For the longest time I have kept a low profile on homeschooling.
Of all the reasons I have, perhaps the fear of judgment or being labeled is the strongest.
I didn’t feel like I fit in with the “real” full-time homeschooling mums who didn’t work, and who juggled multiple children’s curricula across different age groups. I wasn’t super like them. I didn’t know of homeschooling co-ops, or special groups that met for forest walks or international conferences. I didn’t have vast oceans of knowledge about the Montessori, playbased or Classical method of schooling.
I also didn’t feel like I fit in with the full-time working mums who worked hard, and struggled with finding pre-schools, enrichment activities, tutors, grandparent schedules, and managing a domestic helper at home. I didn’t know of the schools in our proximity (we kept moving), or the best neighborhoods to live in or the age-appropriate music, dance, drama, swimming, gym classes to drop our kids off to.
I was, am simply a mum who co-homeschools with my husband. I happen to work in public health. I run a non-profit. I have two young children under 5, one of whom is like 3 kids in 1 since hitting her terrific twos. Thankfully, I enjoy cooking, though occasionally it has meant chopping vegetables while muting the audio function, and then unmuting the audio to speak over a meeting while stirring wet rice and scalding a finger. It has meant logging onto virtual talks while clearing emails while walking around the reservoir to clock enough steps for the day because the kids always want Mama nearby, to be carried, to be so close to them. It has meant looking for quick hacks to do nearly everything in life.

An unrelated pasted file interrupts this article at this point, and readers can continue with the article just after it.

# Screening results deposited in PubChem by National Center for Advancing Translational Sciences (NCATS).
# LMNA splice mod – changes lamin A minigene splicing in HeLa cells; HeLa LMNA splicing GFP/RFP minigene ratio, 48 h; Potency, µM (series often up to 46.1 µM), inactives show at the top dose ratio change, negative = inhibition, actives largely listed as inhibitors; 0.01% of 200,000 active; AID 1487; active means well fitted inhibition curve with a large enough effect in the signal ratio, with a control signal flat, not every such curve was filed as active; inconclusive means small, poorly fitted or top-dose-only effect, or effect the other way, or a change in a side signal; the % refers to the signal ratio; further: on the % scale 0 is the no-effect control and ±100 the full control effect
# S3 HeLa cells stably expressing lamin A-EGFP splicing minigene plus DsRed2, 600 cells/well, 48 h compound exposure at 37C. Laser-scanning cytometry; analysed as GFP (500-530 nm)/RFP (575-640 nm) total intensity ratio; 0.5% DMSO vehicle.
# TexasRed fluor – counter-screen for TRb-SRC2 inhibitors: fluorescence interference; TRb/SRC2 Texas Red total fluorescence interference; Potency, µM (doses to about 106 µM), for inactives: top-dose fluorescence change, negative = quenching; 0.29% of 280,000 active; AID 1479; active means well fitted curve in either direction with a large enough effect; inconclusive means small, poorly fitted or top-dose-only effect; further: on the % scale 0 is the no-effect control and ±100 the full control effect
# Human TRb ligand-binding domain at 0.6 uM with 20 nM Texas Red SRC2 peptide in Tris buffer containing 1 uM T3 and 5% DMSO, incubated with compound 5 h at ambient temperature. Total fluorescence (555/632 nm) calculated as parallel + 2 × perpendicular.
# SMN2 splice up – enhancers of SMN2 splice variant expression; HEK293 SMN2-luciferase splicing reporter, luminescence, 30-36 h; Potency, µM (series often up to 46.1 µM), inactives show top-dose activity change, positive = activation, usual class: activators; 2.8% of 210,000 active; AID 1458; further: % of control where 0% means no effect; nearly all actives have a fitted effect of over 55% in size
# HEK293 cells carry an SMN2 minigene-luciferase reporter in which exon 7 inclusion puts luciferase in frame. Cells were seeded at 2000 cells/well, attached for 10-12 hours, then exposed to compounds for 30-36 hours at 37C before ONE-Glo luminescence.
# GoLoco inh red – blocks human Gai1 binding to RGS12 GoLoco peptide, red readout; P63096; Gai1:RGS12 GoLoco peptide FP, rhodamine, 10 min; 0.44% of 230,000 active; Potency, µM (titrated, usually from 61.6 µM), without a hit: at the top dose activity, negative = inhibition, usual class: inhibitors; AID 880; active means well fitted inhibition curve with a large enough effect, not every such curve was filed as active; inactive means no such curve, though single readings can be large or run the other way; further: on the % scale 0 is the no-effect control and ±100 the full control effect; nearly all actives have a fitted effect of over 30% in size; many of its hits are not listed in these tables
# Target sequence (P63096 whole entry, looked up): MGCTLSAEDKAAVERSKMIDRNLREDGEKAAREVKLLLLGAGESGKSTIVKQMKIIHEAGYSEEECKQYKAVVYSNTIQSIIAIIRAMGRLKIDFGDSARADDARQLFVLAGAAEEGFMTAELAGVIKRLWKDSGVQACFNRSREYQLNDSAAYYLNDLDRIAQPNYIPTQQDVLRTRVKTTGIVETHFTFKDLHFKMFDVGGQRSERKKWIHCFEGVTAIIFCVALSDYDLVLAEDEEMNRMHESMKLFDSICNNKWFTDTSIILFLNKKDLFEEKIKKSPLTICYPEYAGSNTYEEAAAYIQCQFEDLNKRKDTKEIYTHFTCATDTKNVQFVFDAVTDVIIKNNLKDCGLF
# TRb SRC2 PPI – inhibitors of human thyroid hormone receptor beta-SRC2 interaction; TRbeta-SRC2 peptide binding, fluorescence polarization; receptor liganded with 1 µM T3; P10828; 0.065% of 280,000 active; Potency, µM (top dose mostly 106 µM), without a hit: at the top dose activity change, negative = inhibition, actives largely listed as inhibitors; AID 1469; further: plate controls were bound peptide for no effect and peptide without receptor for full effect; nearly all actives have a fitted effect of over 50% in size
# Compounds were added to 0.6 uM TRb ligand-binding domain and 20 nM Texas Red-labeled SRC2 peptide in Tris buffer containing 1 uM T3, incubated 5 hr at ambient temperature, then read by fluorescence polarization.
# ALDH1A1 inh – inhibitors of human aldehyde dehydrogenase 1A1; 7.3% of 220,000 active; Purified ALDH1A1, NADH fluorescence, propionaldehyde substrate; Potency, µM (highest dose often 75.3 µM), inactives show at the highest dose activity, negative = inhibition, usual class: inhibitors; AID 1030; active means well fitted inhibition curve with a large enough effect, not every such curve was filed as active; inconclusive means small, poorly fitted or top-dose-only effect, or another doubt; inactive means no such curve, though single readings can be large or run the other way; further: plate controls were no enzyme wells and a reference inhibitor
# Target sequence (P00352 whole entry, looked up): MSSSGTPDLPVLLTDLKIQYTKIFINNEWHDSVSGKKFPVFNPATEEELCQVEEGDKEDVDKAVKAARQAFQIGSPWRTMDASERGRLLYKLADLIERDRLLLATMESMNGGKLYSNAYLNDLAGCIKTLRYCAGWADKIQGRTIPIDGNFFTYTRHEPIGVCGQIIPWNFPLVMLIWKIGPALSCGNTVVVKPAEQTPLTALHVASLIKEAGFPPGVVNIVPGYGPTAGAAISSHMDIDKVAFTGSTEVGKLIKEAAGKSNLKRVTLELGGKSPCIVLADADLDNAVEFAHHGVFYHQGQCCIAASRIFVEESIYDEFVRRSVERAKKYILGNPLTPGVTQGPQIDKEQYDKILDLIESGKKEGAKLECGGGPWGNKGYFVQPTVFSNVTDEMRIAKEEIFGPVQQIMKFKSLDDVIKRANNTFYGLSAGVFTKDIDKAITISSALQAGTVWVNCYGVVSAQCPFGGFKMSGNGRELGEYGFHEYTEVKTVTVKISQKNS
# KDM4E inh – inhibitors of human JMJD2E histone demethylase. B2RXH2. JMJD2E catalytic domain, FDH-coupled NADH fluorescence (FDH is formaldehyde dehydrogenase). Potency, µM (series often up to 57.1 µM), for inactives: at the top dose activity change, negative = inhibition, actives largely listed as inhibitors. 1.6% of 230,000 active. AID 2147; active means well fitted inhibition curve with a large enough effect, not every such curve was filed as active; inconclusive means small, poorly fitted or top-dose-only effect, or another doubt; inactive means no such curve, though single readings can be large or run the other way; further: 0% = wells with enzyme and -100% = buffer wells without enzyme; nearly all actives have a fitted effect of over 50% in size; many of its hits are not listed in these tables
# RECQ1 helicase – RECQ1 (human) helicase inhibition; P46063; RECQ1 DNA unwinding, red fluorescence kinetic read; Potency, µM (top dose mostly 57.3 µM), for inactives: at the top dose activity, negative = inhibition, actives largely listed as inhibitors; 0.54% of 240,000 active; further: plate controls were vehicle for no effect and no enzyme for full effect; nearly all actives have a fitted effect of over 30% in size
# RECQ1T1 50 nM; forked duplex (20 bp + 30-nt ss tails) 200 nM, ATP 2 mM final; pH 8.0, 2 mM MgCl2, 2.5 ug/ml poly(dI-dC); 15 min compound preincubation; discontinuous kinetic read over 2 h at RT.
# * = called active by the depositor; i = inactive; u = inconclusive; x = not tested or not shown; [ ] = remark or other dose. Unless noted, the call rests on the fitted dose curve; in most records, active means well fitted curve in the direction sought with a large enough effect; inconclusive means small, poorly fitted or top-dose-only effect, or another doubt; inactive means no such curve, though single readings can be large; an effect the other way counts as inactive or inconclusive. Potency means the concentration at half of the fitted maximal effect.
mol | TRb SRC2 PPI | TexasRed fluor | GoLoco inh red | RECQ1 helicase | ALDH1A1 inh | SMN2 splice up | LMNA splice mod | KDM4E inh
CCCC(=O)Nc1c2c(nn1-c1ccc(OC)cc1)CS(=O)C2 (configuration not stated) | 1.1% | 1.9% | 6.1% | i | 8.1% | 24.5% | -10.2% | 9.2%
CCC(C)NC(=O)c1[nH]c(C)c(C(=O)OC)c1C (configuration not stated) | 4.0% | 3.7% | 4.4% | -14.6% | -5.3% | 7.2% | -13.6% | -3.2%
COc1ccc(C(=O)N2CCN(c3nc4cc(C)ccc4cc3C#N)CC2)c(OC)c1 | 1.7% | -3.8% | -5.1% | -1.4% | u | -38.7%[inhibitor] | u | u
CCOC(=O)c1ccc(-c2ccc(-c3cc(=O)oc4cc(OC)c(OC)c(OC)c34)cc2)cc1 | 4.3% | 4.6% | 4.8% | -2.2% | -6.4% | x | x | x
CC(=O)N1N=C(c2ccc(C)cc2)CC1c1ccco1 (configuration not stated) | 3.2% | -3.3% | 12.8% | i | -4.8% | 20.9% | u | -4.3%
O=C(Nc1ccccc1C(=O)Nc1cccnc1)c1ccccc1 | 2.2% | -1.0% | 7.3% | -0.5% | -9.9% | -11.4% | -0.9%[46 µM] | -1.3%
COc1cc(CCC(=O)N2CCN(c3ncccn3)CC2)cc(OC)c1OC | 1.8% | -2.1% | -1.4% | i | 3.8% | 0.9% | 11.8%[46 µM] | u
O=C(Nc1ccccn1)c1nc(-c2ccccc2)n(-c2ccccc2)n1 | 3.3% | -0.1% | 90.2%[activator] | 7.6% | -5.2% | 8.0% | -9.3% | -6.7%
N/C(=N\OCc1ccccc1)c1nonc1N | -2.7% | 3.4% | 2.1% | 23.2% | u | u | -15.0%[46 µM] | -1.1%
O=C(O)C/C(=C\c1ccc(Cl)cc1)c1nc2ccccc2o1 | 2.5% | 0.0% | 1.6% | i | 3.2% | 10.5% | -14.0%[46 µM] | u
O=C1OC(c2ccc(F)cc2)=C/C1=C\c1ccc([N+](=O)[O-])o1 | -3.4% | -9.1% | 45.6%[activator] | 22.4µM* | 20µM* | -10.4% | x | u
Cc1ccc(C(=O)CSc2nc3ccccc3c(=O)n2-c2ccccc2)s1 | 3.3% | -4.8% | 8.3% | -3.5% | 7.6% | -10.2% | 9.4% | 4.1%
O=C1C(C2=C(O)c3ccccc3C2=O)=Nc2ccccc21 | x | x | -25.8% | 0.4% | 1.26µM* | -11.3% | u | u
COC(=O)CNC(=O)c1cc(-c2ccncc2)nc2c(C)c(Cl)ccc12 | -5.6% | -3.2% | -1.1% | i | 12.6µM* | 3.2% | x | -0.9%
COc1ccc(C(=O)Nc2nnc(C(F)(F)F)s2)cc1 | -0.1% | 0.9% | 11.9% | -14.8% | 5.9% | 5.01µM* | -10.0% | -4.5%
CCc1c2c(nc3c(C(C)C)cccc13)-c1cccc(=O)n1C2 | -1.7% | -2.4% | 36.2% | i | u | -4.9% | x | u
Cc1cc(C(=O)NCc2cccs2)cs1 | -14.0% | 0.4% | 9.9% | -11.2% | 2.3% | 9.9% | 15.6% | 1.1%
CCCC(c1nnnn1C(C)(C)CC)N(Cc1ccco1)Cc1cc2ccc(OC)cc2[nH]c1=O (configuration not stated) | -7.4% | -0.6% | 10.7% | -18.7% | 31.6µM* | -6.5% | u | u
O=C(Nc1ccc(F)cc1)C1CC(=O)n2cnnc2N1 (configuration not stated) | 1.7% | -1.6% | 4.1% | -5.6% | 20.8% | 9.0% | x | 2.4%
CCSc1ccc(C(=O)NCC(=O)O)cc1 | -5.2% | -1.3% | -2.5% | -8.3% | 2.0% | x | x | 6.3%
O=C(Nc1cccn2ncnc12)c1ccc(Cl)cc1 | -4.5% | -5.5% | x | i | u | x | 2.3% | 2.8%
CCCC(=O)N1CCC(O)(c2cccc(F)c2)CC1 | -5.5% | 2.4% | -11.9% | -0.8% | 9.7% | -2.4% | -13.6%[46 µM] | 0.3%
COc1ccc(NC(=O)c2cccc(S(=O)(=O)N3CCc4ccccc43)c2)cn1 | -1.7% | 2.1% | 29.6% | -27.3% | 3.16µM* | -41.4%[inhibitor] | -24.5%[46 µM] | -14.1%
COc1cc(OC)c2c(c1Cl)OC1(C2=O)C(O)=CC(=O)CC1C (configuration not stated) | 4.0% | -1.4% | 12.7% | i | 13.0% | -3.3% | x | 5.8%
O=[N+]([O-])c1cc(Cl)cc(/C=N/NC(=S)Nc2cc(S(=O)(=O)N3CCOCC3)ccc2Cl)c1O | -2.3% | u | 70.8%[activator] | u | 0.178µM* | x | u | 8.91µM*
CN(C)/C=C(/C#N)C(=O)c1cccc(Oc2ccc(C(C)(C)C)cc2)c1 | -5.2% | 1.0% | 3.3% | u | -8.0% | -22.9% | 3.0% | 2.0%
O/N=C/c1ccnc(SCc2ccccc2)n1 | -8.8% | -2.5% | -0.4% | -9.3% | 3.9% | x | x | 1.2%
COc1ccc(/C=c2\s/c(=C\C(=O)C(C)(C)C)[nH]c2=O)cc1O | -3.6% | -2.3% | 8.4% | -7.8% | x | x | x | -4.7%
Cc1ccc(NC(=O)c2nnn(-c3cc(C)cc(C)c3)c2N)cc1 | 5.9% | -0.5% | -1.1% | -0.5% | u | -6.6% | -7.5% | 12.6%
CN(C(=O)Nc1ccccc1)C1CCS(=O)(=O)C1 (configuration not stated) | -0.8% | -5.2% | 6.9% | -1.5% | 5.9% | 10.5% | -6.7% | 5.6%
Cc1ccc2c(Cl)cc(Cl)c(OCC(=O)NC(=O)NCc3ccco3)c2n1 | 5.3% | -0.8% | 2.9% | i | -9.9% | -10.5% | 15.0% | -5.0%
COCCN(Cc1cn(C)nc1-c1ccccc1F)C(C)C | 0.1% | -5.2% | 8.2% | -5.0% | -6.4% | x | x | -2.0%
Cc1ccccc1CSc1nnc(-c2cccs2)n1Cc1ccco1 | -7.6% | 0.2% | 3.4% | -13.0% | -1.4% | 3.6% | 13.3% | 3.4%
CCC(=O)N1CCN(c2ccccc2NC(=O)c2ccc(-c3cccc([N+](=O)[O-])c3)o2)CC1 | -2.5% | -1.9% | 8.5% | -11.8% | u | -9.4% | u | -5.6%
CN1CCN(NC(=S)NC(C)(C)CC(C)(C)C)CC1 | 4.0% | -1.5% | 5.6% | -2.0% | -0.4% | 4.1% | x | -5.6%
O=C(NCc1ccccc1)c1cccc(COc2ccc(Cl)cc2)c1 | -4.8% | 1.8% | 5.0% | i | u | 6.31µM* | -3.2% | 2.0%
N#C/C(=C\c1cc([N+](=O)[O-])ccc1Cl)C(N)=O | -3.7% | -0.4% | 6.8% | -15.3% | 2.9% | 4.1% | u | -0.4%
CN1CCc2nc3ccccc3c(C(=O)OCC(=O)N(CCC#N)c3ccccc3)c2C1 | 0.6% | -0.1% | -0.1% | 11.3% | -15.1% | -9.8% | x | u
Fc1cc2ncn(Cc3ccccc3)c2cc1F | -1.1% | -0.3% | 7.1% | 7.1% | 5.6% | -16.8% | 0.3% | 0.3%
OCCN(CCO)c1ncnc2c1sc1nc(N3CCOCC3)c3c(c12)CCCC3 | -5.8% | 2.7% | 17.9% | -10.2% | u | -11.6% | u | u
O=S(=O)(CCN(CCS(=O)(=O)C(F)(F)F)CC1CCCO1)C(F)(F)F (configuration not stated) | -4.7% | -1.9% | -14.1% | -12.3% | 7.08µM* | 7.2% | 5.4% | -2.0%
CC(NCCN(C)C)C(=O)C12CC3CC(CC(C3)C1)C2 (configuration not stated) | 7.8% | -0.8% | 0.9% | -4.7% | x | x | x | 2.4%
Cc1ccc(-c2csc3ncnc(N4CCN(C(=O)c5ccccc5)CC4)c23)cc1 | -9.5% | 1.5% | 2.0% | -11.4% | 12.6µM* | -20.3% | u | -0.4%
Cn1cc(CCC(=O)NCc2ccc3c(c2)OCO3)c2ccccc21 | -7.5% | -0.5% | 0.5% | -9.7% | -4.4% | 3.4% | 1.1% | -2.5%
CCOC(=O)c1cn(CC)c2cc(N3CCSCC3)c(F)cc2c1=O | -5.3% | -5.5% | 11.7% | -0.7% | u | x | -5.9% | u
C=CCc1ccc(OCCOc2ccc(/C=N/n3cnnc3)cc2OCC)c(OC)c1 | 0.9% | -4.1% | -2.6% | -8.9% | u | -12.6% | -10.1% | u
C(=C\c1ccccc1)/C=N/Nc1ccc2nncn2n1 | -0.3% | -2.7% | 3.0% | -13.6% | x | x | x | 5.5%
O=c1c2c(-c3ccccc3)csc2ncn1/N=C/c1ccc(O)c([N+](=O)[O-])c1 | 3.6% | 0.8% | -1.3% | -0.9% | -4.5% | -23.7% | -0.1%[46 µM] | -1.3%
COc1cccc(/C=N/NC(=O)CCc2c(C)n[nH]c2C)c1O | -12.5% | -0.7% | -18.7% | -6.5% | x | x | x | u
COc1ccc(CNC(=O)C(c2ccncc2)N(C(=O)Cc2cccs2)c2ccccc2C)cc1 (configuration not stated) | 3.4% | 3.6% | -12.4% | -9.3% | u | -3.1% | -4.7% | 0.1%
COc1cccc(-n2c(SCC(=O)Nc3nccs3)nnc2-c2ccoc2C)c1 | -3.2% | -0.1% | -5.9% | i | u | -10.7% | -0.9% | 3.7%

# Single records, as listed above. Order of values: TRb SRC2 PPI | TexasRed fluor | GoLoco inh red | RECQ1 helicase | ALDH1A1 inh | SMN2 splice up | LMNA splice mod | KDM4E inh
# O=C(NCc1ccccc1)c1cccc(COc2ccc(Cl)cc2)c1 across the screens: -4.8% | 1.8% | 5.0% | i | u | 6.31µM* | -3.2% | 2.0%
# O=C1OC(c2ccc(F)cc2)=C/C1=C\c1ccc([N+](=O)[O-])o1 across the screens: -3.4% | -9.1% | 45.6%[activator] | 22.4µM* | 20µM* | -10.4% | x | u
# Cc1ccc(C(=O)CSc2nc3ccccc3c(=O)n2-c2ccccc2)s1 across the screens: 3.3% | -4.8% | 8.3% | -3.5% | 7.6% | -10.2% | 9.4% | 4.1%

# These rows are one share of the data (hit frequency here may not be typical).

I don’t have househelp or grandparenting drop-off support, but I do have an amazing husband who is a full-time husband, father and follower of Christ.
When young people visit our home, we invite them into the chaos not because we are proud of it. But because we know that this is real. This spray of toys over the floor, shower of crumbs, crayons strewn senseless across the hallway, legos hailed down. It is what early parenthood looks like. Brutal, broken nights of sleep after weeks of good rest, sudden meltdowns out of nothing, this self-doubt. A constant self-doubt asking, “Am I doing OK? Are my kids doing OK?”
More than a year has passed since we returned to Singapore. Cliff reminds me I don’t need to hide.
It’s okay if my kids are not in homeschooling co-op, or if we don’t have a helper (“Do you know if you get a helper, you’ll have SO much more quality time with your kids?!”). It’s okay that people raise their eyebrows when they ask “so what does your husband do?” and think I’m a bulldozing, unrestrained feminist. It’s okay that the kids are not enrolled in multiple enrichment lessons or that I really only have about a dozen recipes I rotate all year round.
It’s okay if I really am petrified by colleagues who find out and think I’m not serious about my work to spend my time dabbling in literal child’s play, play that they think can be easily outsourced.
I am learning that the truth is, every child and family are different. Our trajectory has been, will be different. And that is okay.
That is very okay. I try to breathe while saying that.
We are just a normal, struggling young family, like many young families are. We are a cross-cultural family who desires to move into missions intentionally, which means we have moved many times and will continue to, across continents. It means we have intentionally decided to sow into the early years of our children’s lives, to prepare them for some possibly challenging years in the field that only God knows about.